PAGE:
From Our 2012 Archives
Heavy Coffee Intake May Affect Fertility Treatments: Study
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TUESDAY, July 3 (HealthDay News) -- Drinking five or more cups of coffee a day may cut in half a woman's chance of successful in vitro fertilization treatment, a new study contends.
This level of caffeine consumption also reduces the live-birth rate following in vitro fertilization (IVF) by 40 percent, the study authors said.
The Danish researchers who conducted the study said the effects of a five-cup-a-day coffee habit are similar to the negative effects of smoking.
"Although we were not surprised that coffee consumption appears to affect pregnancy rates in IVF, we were surprised at the magnitude of the effect," Dr. Ulrik Schioler Kesmodel, of the Fertility Clinic at Aarhus University Hospital in Denmark, said in a news release from the European Society of Human Reproduction and Embryology.
The new research found an apparent association between coffee consumption and the success of fertility treatments, but it didn't prove that a cause-and-effect relationship exists.
Previous research investigating the link between caffeine and fertility has yielded inconsistent results. The Danish researchers followed nearly 4,000 women undergoing IVF or intracytoplasmic sperm injection treatment for infertility. Information on how much coffee the women drank was collected at the beginning of treatment and at the start of each additional round of treatment.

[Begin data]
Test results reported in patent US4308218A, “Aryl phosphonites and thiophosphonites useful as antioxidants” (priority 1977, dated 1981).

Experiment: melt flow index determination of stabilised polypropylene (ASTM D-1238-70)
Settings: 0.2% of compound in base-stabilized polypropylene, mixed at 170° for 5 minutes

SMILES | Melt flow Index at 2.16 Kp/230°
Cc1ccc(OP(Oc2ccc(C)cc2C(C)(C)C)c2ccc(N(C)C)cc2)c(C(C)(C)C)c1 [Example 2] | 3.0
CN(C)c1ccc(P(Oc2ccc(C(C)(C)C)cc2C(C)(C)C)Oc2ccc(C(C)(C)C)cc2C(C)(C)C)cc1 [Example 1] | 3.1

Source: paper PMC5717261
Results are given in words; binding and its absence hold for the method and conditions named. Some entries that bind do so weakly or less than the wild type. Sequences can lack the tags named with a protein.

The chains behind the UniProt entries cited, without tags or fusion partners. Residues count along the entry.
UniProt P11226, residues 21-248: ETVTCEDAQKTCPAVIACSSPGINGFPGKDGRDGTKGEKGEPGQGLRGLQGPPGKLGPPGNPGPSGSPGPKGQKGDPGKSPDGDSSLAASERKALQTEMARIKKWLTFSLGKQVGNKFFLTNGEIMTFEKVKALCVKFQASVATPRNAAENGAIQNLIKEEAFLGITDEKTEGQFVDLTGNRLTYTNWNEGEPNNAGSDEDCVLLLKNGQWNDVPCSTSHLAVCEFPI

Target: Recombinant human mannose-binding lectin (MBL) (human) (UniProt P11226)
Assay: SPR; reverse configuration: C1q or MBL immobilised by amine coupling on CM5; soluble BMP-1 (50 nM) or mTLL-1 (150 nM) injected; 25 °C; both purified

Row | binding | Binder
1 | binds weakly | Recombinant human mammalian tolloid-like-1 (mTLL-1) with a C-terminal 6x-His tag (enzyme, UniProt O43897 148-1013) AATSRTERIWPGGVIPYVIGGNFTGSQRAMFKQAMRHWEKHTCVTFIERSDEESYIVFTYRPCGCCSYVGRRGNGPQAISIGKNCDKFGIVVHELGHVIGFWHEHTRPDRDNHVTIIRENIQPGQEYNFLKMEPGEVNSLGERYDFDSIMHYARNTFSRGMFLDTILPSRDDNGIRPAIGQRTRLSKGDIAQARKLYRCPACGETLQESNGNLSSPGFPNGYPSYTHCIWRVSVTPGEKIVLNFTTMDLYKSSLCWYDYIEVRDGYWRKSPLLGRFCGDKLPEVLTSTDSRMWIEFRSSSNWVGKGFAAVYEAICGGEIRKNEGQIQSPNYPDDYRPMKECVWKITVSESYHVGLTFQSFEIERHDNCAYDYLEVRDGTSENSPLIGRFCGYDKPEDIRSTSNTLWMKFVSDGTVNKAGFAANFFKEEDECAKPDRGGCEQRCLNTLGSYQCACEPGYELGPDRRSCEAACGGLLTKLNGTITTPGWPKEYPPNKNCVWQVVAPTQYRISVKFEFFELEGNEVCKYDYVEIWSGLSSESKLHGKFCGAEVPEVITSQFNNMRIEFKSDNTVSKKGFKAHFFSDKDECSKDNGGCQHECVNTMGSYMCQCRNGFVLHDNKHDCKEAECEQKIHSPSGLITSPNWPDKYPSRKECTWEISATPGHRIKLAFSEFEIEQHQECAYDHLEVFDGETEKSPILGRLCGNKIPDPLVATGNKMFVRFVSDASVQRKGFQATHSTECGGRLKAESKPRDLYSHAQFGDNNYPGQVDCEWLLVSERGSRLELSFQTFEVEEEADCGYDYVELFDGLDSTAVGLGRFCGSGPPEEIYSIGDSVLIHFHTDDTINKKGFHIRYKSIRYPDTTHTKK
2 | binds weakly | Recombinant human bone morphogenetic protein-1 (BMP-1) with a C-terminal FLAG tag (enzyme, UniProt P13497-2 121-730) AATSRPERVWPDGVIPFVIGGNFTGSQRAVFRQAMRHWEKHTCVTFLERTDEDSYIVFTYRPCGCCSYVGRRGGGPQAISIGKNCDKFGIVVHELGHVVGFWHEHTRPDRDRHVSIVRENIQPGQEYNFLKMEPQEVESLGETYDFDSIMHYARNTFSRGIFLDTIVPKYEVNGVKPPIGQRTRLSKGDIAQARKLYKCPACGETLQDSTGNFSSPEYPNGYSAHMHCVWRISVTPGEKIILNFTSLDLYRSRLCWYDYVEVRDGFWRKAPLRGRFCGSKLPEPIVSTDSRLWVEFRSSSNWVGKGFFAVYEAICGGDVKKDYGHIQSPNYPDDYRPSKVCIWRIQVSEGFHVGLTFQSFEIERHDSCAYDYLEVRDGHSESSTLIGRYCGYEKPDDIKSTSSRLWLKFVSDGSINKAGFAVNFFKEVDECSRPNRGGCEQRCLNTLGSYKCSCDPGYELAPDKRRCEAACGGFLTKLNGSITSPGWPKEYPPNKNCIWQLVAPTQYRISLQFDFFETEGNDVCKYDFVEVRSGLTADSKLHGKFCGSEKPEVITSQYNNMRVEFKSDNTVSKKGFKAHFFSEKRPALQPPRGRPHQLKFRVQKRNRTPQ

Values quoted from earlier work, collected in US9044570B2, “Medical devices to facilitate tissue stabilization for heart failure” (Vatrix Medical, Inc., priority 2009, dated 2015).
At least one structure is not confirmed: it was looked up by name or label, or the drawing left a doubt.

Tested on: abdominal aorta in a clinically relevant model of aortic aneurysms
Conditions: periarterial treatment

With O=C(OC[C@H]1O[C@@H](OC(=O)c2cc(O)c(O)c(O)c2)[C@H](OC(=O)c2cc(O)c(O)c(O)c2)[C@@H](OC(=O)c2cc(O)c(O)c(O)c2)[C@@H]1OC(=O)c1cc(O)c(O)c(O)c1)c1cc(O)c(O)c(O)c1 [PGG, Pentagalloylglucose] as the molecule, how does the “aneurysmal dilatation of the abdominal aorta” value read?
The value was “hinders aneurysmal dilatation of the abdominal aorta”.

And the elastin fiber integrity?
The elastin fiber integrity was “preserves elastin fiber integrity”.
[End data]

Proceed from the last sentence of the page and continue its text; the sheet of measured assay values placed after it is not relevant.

After taking into account other factors that could have an impact on the women's ability to get pregnant -- such as age, smoking habits, alcohol consumption, cause of infertility and body-mass index (a measure of body fat based on height and weight) -- the study showed the likelihood of pregnancy was reduced by 50 percent in women who reported drinking five or more cups of coffee daily at the start of treatment.
The researchers noted that no effect was found when the patients reported coffee consumption of less than five cups.
"There is limited evidence about coffee in the literature, so we would not wish to worry IVF patients unnecessarily," Kesmodel said. "But it does seem reasonable, based on our results and the evidence we have about coffee consumption during pregnancy, that women should not drink more than five cups of coffee a day when having IVF."
The study's findings were expected to be presented Tuesday at the annual meeting of the European Society of Human Reproduction and Embryology in Istanbul, Turkey.
Research presented at medical meetings should be viewed as preliminary because it hasn't undergone the same level of scrutiny required of studies published in peer-reviewed journals.
-- Mary Elizabeth Dallas
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SOURCE: European Society of Human Reproduction and Embryology, news release, July 3, 2012